Fluentd uses a tagging approach, whereas Logstash uses if-then-else statements for event routing. This way, we can define certain criteria with If..Then..Else statements – for performing actions on our data. Tagging approach seems a bit easier to use than using conditional statements. With Fluentd, you’ll have to tag each of your data sources (inputs). Fluentd uses tags to match inputs against different outputs and then routes events to the corresponding output.

Log Parsing

The components for log parsing differ tool per tool. Fluentd uses standard built-in parsers(JSON, regex, CSV, etc.), and Logstash uses plugins for this. This makes Fluentd more favorable over Logstash as we don’t have to deal with any external plugin for this feature.

Docker support

Docker provides an in-built fluentd logging driver. The logging driver sends container logs to the fluentd collector as structured log data. In the case of Logstash, an extra agent (filebeat) is required on the container to push logs to Logstash. So if you're running your applications with Docker, FluentD is a more natural choice. Logs can be directly shipped to FluentD service from STDOUT. FluentD makes the overall Docker logging architecture less complex, and less risky.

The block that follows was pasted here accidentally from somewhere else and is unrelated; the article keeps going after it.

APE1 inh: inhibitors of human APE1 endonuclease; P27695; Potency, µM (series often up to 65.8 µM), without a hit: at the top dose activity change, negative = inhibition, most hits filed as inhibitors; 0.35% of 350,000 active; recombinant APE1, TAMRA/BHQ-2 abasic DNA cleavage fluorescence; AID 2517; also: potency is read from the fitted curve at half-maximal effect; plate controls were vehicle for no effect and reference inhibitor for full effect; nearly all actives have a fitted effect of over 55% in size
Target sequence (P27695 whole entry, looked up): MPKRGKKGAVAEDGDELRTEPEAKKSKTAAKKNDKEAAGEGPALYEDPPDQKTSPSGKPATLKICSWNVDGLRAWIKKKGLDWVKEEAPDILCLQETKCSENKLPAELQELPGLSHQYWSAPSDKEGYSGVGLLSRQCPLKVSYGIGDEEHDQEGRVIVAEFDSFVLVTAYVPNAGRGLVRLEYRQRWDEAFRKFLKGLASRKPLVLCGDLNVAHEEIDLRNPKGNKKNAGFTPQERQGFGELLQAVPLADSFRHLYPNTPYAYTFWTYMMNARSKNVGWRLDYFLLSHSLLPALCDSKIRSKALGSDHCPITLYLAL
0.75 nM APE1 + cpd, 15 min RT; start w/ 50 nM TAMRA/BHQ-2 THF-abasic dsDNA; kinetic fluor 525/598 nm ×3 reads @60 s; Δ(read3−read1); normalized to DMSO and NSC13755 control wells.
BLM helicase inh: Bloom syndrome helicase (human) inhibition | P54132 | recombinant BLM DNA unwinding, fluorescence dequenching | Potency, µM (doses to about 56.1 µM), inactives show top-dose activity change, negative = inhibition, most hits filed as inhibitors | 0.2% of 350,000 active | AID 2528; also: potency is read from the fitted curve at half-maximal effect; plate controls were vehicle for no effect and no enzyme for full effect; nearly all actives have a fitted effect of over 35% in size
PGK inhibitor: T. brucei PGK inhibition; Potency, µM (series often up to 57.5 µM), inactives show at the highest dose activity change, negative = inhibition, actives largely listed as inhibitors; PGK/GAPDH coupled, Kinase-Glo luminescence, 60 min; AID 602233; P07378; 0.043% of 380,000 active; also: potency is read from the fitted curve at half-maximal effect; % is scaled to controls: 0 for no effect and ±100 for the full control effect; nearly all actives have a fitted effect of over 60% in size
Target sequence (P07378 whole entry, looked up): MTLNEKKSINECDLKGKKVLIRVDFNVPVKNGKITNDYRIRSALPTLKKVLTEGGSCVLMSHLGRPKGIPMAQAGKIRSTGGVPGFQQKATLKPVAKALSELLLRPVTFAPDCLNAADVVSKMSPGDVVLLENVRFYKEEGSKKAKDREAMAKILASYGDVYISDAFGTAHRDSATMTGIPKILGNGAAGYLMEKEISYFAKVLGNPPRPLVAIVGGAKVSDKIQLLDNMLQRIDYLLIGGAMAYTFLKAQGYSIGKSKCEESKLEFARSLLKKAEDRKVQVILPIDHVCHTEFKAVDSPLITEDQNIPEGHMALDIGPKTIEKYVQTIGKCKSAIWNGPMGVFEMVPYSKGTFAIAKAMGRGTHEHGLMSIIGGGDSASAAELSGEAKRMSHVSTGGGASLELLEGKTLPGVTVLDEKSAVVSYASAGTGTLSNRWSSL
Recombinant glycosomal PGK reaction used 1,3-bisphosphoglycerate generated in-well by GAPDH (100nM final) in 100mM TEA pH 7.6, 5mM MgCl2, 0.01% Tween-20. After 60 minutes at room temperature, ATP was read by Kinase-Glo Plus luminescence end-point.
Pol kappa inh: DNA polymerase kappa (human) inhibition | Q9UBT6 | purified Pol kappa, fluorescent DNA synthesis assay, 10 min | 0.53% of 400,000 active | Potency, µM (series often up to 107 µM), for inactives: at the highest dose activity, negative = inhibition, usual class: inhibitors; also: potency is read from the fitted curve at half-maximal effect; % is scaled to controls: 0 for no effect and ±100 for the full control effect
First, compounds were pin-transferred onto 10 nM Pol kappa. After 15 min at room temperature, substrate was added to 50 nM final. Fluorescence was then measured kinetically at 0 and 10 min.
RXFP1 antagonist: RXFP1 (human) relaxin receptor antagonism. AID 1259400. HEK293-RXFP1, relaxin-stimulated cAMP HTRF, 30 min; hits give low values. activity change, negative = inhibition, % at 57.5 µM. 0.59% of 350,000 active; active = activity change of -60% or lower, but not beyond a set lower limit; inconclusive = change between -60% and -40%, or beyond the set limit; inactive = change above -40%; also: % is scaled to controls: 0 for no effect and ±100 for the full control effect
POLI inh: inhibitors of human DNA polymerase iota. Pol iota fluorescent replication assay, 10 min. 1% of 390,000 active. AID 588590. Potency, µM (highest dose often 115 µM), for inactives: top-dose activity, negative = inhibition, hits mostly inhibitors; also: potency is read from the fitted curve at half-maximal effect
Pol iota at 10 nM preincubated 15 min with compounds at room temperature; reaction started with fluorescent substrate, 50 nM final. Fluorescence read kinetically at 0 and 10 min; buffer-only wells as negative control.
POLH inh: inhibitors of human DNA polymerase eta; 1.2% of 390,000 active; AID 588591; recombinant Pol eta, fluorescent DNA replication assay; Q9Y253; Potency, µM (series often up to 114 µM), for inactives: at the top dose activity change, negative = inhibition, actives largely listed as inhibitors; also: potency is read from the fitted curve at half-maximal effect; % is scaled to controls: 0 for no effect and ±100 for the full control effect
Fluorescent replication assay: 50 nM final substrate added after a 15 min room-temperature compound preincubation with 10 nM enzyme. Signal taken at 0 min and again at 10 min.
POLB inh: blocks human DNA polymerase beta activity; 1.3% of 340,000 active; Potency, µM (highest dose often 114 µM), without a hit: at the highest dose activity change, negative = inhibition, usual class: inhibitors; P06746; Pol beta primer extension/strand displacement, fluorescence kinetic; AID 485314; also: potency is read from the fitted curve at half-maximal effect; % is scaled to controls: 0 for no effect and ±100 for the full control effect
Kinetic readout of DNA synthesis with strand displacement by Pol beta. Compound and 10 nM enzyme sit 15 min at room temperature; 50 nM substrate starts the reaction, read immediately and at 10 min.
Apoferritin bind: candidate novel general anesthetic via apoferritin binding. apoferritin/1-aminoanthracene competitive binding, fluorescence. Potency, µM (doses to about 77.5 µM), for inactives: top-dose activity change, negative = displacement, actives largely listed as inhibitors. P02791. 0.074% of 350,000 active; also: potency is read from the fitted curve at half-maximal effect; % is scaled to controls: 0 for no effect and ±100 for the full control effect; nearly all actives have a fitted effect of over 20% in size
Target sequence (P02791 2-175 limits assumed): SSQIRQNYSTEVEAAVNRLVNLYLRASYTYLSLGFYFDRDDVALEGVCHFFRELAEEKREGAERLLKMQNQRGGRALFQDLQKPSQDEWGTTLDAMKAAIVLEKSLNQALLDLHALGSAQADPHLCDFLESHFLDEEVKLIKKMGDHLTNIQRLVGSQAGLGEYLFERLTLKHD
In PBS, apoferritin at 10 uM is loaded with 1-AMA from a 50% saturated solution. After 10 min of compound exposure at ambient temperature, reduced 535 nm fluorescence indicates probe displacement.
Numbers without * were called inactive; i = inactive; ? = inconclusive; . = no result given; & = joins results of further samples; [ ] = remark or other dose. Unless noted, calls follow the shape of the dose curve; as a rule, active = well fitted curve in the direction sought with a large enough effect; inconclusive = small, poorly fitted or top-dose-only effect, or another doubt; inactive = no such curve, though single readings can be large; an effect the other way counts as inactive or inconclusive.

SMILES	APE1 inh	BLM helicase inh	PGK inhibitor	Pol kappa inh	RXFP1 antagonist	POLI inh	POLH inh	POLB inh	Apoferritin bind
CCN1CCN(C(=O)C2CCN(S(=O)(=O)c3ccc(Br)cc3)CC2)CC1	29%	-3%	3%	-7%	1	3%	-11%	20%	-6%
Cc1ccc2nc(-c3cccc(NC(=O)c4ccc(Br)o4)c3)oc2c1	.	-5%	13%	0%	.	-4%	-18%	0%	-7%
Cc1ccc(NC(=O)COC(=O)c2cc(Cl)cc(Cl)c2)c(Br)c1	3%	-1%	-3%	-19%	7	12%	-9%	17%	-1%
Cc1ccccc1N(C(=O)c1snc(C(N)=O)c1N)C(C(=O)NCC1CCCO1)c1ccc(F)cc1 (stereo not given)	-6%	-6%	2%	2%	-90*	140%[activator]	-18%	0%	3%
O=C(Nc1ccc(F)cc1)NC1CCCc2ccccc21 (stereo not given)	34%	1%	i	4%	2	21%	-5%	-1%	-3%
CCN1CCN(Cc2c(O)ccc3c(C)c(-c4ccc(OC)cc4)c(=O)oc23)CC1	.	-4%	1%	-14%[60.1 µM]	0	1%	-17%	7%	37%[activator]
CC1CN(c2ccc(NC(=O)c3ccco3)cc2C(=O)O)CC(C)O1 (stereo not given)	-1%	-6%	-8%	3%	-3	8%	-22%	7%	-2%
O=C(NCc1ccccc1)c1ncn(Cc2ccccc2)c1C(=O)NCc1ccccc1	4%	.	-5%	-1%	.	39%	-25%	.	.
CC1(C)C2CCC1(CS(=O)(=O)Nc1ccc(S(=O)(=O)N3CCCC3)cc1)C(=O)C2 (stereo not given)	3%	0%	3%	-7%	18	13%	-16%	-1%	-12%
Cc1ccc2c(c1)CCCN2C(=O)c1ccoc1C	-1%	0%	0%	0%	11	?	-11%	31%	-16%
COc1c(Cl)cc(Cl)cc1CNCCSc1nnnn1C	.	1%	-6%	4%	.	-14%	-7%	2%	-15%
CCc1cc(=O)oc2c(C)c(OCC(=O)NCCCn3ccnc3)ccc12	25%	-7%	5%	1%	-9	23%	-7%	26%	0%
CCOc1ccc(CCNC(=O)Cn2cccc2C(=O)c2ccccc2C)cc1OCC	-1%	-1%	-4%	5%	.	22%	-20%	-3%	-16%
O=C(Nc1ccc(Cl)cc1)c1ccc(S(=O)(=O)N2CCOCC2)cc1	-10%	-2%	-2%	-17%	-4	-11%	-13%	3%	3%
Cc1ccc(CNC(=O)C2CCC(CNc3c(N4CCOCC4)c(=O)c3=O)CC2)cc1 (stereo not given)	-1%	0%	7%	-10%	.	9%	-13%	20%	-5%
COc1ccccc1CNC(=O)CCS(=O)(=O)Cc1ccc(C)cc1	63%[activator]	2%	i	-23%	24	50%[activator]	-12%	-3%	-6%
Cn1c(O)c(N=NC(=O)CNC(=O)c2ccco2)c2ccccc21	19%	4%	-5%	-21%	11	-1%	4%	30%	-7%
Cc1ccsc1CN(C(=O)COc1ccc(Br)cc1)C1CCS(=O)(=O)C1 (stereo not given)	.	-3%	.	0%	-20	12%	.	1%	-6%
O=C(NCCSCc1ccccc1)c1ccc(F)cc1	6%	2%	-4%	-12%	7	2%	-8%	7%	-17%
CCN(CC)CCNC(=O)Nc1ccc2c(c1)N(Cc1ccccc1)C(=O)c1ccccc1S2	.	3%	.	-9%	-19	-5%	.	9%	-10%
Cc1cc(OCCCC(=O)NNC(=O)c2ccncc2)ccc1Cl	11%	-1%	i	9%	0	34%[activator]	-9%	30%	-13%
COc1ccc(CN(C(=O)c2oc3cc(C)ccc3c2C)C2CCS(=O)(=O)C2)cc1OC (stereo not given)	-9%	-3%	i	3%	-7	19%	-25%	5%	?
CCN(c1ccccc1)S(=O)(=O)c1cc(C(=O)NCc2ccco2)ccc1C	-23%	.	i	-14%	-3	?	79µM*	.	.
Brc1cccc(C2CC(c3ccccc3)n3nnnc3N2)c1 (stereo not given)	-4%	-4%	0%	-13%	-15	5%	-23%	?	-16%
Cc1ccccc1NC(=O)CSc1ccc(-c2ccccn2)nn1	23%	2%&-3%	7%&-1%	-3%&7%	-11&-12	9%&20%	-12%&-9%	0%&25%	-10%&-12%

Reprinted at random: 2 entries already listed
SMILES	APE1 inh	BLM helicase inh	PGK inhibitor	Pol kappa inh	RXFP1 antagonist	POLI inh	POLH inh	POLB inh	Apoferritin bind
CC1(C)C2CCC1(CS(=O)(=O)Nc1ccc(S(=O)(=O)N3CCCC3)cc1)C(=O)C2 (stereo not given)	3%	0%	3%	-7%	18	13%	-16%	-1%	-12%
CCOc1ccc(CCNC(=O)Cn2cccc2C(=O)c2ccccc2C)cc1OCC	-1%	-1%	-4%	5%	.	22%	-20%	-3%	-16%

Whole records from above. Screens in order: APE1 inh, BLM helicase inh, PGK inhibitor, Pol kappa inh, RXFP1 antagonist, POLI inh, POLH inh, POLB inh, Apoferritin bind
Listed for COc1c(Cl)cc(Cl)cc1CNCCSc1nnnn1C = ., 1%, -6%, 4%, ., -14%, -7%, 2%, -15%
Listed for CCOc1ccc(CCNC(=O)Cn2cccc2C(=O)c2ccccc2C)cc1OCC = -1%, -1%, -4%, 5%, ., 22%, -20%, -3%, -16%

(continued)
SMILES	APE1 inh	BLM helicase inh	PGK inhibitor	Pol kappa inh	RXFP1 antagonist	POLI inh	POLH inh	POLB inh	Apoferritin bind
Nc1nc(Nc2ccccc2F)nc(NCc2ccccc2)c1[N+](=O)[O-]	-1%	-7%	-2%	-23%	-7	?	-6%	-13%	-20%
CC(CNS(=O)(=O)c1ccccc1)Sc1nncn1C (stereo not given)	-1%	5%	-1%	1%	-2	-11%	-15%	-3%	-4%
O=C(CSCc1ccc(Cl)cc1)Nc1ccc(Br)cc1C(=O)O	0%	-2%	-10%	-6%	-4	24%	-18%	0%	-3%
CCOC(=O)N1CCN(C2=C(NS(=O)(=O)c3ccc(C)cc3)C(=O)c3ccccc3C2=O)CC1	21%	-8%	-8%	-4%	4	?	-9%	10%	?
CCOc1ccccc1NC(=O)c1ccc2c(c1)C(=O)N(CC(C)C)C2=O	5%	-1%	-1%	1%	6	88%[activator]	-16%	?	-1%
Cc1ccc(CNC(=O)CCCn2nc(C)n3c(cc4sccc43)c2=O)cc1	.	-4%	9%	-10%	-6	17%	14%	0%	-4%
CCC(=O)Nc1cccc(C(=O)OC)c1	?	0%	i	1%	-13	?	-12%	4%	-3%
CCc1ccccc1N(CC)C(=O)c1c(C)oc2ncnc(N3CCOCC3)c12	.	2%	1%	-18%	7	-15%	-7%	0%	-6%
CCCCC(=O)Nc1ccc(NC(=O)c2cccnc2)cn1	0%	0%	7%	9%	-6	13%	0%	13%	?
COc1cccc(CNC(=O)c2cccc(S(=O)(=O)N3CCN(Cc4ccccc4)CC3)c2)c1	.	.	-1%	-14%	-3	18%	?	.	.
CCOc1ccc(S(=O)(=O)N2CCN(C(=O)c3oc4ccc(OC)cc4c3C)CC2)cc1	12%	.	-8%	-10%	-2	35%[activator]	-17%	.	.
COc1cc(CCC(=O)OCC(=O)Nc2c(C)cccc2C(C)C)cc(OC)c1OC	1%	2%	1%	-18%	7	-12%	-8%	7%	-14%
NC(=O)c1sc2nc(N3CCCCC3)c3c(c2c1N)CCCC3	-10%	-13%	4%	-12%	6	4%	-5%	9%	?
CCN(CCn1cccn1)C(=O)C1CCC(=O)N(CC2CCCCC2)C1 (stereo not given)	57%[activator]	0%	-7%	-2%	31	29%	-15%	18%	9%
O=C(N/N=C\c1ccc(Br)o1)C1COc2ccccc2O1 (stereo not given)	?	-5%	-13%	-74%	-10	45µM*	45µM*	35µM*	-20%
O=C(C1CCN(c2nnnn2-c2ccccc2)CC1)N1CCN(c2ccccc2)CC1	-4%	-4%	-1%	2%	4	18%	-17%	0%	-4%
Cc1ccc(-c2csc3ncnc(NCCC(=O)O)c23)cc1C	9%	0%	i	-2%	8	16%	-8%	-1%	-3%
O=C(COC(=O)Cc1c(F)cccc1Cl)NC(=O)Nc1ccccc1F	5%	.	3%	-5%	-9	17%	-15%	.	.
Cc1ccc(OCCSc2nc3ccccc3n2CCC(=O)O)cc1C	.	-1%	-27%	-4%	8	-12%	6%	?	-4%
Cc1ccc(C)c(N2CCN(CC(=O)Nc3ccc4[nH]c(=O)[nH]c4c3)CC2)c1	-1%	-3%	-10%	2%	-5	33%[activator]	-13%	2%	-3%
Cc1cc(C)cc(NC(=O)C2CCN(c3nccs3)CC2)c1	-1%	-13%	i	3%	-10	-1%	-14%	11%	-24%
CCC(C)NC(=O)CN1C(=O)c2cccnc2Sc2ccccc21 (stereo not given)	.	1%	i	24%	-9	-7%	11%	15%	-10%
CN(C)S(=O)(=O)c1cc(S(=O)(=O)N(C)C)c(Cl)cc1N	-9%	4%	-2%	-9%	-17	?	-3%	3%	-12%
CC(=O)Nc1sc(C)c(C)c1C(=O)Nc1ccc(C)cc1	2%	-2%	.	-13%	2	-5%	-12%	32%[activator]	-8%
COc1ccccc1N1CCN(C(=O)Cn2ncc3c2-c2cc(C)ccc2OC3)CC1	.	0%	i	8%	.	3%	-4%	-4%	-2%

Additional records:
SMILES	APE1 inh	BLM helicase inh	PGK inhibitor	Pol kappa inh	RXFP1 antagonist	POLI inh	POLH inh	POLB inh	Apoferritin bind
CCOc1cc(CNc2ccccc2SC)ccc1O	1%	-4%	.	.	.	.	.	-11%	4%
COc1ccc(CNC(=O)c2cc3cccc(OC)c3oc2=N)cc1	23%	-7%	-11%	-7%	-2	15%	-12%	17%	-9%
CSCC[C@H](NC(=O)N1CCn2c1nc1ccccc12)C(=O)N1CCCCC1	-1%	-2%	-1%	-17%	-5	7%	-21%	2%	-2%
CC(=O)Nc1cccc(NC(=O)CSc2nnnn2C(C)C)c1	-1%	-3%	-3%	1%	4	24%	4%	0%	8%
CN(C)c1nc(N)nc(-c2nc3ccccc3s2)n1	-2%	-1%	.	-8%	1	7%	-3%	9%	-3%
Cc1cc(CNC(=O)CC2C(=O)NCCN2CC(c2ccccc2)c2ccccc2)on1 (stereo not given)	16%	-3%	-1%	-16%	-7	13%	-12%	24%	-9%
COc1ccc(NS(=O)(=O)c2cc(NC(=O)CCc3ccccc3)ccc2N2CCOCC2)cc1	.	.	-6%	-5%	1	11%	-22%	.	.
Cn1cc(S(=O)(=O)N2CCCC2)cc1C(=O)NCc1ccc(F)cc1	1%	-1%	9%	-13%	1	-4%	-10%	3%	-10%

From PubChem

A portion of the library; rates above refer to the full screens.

When to prefer Fluentd over Logstash or vice-versa

For the Kubernetes environments or teams working with Docker, Fluentd is the ideal candidate for a logs collector. Fluentd has a built-in Docker logging driver and parser. You don't need an extra agent on the container to push logs to FluentD. Because of this feature, Fluentd makes the architecture less complex and less risky for logging errors. Moreover, when memory is your pain point, then go for Fluentd as it is more memory-efficient due to the lack of JVM and java runtime dependencies.

On the other hand, Logstash works well with Elasticsearch and Kibana. So, if you already have Elasticsearch and Kibana in your infrastructure then Logstash would be your best bet for a log collector. In general, if you are looking for a more managed and supported system, then always go for Logstash.